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Local News

  • County seeks plan for the Valley

    SAN MIGUEL — Most people attending a meeting in the Valley this week agreed on at least one thing  — the importance of agriculture to their area.

    Nearly 50 people showed up at a public hearing organized by the San Miguel County government to get public feedback on the development of a comprehensive plan that is specific to the Valley.

    The county drafted a comprehensive plan in 2004, but it didn’t address specific areas.

  • State to evaluate districts

    The West and East school districts have been selected for a statewide study to help schools run better.

    Last week, an official with the Legislative Finance Committee told the West Las Vegas school board at a regular meeting that a program evaluation study of the district will have a big footprint, focusing on just about everything, including how the board itself conducts business.

    LFC program evaluation manager Charles Sallee said the evaluations will identify opportunities for improving district management, use of resources, and student performance.

  • Gay club says it got good response

    Members of the Las Vegas-based New Mexico Rainbow Club wanted to try something that no one could remember happening before — having a gay and lesbian float in the Fiestas parade.

    So they did. And the community’s reaction was generally good, members said.

    The club is a loosely knit social group of gays and lesbians and their supporters, and it has been holding monthly potlucks. But member Kathy Gould said the group is becoming more rights-oriented.

  • Judge rejects sex offender's request

    The attorney for a Mora County sex offender asked a state district judge on Tuesday to suspend the part of his sentence involving alleged crimes against a small boy.

    After a court hearing that included a tearful speech by the boy's mother, Judge Eugenio Mathis rejected the request.

    Last year, Clifford Gutierrez, 35, was sentenced to probation at the request of the victims' families, instead of a prison sentence, which is more typical.

  • Senator says he’s against divisiveness

    Sen. Phi Griego, D-San Jose, continued to defend remarks he made while speaking on a local radio show earlier this year.

    He spoke to members the local Independent Business Alliance gathering at the Ilfeld Ballroom at the Plaza Hotel on Tuesday.

    On KNMX in the spring, he told an interviewer that merchants in the Plaza area want to turn Las Vegas into a Santa Fe or Taos — a statement that was quoted in the Optic.

    Griego said his statements on the radio were misquoted, but didn’t explain how they were.

  • Ex-city cop convicted of fraud

    A former Las Vegas police officer has pleaded guilty to allegations that he defrauded city government, prosecutors say.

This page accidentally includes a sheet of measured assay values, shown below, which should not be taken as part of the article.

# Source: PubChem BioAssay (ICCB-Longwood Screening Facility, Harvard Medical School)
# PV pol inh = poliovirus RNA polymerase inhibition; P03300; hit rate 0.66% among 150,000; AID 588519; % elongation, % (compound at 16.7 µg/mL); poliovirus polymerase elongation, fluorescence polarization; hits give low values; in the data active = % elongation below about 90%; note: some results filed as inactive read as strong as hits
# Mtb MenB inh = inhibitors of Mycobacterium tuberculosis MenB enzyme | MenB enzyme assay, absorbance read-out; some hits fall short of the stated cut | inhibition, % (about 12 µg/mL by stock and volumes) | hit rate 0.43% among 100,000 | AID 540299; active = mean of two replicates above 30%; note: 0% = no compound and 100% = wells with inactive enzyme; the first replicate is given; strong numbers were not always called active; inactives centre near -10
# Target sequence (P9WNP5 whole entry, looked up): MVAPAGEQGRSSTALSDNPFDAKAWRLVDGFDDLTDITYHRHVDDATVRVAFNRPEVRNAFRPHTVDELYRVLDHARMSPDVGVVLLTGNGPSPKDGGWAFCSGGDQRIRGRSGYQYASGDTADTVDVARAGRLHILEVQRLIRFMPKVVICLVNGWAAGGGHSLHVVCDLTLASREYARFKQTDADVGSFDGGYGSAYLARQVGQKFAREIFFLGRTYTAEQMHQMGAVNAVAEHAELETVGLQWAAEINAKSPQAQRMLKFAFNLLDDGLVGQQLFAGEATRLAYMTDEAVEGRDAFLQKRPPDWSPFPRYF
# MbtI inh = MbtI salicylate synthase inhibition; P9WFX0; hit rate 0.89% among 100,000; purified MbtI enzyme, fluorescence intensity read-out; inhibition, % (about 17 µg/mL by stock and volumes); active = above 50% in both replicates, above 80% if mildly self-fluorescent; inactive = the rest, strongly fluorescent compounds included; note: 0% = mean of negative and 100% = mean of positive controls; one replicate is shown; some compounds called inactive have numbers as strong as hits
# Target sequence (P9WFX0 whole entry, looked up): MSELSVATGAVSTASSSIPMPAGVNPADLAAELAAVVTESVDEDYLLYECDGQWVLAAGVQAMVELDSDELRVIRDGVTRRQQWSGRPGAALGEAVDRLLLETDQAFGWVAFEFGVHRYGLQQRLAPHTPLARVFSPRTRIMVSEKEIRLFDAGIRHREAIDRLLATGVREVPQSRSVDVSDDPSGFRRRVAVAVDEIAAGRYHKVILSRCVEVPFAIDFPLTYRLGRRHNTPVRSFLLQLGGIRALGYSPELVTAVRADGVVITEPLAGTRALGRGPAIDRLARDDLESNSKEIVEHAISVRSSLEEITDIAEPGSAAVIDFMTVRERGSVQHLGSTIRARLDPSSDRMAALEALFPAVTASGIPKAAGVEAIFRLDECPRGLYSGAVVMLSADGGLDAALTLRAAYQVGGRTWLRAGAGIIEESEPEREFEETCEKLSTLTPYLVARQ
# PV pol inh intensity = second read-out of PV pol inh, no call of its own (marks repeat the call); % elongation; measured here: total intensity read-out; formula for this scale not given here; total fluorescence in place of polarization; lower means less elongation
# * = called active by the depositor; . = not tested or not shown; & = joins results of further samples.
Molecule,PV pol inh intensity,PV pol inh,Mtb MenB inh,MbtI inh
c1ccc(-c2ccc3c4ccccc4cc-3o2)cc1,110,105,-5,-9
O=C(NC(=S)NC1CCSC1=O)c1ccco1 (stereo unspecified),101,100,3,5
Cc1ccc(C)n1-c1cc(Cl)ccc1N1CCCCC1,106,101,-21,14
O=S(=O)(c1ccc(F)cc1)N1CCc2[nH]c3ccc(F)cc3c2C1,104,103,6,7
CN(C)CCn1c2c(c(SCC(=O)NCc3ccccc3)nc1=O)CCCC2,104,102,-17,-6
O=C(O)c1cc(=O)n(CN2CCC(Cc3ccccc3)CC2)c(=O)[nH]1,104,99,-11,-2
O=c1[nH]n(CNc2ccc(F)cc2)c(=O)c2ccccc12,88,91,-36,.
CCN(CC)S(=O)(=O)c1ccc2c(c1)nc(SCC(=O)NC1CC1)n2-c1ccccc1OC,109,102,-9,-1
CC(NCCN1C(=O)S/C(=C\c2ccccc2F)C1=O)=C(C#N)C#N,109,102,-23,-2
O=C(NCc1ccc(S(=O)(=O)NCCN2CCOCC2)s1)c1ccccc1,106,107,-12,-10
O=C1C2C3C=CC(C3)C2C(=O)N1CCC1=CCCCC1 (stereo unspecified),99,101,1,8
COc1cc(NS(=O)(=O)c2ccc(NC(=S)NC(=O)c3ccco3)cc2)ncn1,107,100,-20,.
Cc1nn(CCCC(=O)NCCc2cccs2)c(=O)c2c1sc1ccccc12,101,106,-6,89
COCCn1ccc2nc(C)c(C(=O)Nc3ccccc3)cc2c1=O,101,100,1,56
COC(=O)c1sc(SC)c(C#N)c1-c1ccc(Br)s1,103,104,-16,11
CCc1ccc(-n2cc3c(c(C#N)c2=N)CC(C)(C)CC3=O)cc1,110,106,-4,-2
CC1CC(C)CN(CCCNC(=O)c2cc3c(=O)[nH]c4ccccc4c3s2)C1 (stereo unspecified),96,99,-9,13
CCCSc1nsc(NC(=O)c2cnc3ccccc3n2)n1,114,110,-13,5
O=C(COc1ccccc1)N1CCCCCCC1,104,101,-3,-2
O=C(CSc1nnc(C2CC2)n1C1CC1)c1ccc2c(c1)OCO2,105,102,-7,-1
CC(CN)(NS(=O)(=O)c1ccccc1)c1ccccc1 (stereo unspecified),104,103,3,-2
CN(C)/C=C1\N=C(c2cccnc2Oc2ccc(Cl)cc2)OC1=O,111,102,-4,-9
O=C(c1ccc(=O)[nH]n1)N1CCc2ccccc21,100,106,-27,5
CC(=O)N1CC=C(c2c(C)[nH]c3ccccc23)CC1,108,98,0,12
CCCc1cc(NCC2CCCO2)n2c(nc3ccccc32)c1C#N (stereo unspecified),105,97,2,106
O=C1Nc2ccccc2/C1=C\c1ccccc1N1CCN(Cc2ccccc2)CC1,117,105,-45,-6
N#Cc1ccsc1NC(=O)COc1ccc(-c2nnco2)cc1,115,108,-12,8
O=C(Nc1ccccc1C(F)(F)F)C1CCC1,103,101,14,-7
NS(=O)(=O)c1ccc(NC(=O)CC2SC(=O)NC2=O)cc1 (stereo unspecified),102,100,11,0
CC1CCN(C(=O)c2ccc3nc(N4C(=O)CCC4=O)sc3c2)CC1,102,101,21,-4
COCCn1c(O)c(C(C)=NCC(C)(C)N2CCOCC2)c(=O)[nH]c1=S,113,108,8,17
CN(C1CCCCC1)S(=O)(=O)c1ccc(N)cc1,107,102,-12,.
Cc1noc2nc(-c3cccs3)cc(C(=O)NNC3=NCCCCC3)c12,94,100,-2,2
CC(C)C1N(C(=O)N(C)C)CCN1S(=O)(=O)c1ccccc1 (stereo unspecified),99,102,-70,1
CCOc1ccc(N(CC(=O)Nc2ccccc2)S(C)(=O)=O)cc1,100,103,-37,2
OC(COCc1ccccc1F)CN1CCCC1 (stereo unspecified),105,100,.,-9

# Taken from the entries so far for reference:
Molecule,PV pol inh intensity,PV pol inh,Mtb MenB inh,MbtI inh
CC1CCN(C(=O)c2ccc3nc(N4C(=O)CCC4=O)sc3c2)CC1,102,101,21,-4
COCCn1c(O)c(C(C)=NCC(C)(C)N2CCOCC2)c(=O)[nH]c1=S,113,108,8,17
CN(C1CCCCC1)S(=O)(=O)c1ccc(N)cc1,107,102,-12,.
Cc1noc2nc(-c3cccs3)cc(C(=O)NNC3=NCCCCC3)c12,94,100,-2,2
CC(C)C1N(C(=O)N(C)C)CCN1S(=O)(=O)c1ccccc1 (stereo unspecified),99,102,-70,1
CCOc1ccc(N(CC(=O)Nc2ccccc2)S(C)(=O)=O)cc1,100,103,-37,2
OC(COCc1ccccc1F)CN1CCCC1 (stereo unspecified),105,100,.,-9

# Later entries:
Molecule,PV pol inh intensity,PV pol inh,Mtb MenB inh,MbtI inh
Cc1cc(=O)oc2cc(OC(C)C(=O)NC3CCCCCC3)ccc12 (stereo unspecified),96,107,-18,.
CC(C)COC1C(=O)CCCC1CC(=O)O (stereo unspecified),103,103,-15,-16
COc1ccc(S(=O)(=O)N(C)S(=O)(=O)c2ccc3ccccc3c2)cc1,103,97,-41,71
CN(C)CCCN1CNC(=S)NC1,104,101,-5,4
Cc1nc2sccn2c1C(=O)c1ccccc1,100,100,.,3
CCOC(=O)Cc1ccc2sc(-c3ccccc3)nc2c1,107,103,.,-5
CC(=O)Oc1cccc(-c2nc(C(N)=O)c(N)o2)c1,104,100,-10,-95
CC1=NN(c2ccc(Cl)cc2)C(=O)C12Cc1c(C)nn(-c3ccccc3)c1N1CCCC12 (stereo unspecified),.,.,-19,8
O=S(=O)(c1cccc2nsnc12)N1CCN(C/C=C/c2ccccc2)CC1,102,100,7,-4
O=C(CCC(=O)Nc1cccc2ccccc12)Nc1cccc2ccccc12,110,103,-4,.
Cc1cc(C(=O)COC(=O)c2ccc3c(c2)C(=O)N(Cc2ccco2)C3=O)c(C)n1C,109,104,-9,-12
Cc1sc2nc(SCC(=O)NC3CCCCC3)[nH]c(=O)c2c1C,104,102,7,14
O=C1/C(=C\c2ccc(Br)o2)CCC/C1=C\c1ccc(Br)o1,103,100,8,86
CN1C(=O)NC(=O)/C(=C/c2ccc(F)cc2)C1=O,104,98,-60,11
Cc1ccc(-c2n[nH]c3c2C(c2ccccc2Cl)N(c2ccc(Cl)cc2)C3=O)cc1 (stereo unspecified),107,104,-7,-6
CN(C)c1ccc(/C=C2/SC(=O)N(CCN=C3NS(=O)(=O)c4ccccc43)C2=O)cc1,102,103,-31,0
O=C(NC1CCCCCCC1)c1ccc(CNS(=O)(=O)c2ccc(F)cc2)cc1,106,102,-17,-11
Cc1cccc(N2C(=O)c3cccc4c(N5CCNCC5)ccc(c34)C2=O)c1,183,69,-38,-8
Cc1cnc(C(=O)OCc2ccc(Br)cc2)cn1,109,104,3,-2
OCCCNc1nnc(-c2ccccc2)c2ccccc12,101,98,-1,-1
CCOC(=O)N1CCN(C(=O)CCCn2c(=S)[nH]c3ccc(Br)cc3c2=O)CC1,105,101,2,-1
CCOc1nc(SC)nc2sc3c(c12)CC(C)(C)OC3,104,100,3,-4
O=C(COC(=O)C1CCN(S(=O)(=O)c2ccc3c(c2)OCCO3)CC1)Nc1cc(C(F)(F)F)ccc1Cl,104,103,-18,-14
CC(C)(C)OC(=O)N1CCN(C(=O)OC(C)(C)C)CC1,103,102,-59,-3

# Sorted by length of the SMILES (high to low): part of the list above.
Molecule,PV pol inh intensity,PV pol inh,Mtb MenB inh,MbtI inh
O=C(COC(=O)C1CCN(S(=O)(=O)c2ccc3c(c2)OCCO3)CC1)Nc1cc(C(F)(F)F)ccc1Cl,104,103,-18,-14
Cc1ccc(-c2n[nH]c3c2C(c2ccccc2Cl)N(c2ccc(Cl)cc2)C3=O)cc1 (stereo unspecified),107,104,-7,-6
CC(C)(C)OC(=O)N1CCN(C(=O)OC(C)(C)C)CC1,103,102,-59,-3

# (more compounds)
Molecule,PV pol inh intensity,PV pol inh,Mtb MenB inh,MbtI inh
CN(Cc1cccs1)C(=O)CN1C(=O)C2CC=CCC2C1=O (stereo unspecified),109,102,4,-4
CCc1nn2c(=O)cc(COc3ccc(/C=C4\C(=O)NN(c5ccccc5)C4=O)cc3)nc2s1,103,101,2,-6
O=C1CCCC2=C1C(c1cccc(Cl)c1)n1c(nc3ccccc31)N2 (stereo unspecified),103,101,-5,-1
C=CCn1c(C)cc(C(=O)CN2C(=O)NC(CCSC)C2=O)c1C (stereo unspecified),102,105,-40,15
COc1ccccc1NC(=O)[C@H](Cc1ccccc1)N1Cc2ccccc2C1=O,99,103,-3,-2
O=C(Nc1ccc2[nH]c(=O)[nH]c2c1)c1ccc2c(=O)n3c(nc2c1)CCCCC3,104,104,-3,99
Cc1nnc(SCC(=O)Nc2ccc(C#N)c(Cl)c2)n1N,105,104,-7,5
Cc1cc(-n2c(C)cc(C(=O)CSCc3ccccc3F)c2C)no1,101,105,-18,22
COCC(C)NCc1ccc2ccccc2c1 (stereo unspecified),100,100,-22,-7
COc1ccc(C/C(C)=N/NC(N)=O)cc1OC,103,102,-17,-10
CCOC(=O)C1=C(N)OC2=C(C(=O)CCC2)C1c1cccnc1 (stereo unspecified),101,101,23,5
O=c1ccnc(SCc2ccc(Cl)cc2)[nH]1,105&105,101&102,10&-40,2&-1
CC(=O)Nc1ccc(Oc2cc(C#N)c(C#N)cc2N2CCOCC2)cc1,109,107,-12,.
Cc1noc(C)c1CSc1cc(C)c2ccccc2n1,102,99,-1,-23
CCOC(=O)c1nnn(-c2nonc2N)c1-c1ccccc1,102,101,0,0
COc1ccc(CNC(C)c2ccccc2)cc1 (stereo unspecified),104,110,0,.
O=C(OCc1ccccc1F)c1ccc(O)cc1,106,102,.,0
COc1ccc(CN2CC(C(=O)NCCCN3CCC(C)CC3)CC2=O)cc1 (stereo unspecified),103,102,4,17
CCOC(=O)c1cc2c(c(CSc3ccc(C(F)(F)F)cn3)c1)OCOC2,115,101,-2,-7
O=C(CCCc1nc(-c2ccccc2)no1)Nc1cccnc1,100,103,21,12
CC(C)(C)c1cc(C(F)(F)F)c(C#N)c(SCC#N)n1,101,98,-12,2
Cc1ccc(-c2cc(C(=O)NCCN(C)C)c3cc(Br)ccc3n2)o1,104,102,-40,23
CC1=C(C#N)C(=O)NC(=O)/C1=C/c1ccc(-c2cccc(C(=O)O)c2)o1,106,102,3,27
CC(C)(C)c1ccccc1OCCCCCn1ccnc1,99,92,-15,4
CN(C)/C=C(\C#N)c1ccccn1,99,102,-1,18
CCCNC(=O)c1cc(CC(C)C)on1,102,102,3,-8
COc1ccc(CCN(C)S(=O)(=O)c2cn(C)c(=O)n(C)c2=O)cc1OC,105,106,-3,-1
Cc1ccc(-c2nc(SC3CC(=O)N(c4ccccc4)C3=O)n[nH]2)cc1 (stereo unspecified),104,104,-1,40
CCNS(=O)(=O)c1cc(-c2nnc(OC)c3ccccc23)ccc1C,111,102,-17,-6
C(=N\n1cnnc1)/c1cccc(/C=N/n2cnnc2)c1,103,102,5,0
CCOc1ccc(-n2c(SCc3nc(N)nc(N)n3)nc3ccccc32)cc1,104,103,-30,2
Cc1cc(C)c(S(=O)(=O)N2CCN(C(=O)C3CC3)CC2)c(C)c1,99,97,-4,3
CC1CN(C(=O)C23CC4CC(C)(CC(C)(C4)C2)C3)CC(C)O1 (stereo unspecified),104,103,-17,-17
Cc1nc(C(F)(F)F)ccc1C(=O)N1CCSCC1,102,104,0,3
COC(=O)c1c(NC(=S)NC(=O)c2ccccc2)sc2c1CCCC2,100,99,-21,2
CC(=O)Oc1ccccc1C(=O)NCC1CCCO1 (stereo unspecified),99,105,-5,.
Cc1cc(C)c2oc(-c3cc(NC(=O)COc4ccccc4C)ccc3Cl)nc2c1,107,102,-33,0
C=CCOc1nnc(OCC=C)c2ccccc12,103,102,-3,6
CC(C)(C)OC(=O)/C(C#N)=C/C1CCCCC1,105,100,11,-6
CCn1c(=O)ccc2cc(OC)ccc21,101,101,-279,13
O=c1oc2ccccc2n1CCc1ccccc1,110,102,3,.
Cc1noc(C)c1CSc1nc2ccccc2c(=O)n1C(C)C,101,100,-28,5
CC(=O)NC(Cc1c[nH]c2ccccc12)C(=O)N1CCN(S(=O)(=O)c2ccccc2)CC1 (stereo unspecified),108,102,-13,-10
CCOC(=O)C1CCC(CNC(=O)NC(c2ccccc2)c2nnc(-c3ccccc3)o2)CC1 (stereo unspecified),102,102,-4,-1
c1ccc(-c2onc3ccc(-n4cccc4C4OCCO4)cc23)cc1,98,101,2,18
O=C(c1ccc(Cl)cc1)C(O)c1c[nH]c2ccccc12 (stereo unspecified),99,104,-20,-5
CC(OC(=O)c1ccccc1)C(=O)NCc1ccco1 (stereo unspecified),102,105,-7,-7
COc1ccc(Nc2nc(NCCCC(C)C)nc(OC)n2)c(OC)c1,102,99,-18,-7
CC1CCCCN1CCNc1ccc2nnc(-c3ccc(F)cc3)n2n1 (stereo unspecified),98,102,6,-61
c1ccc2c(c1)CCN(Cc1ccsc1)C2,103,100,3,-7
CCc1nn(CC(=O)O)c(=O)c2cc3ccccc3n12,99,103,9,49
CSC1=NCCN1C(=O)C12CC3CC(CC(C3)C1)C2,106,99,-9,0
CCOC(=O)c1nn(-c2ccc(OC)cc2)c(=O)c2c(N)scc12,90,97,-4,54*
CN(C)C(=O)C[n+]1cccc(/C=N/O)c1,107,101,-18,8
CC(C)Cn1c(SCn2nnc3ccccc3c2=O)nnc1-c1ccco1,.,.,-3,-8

On July 7, Shawn Montoya entered his plea in court to charges of fraud and filing a false claim, both fourth-degree felonies, District Attorney Richard Flores said.

    Under the terms of a plea agreement, Montoya is required to pay full restitution to the Police Department and to an insurance company to which he defrauded, and perform 100 hours of community service, Flores said. Montoya will be on probation for 18 months.

  • Rail Runner coming through town

    The New Mexico Rail Runner Express will be making a special trip north this weekend for open house events in the cities of Raton and Las Vegas. Members of the public will be invited to climb aboard the Rail Runner and check out the train first-hand.

  • Project saving money

    As work on the Don Cecilio Martinez Elementary renovation project winds down, the architect says he once again had good news.

    “I know it’s difficult to believe when someone comes before you saying they have good news in the way of a change order,” Antonio Ortega told the West Las Vegas school board recently.

    He pointed to a summary from the state Public School Finance Authority that indicated that nearly $500,000 was left over on the additional available bonds for the Don Cecilio project.

  • Group seeking male mentors

    Alex Gonzales’ daughter has been in Big Brothers Big Sisters for the last five years, and by his account, the program has greatly benefited her.

    “It’s a very good program. It influences my daughter quite a bit. Her ‘big’ is a big part of her life. My daughter looks up to her,” the Las Vegas resident said.

    Big Brothers Big Sisters, which has an office in Las Vegas, is the nation’s largest mentoring organization for children 6 through 18. The group says there’s proof that it helps youths become productive citizens.

  • City raises deposit fees

    The City Council last week increased deposit fees for connecting to city water and gas and reduced landlords’ liability for tenants’ utility bills.

    At its regular meeting, the council revised its utility ordinances to take care of a longtime complaint from landlords that they were having to pick up their tenants’ unpaid bills. At the 11th hour, the council also decided to increase deposits to help offset any reduction in collections because of deadbeat tenants.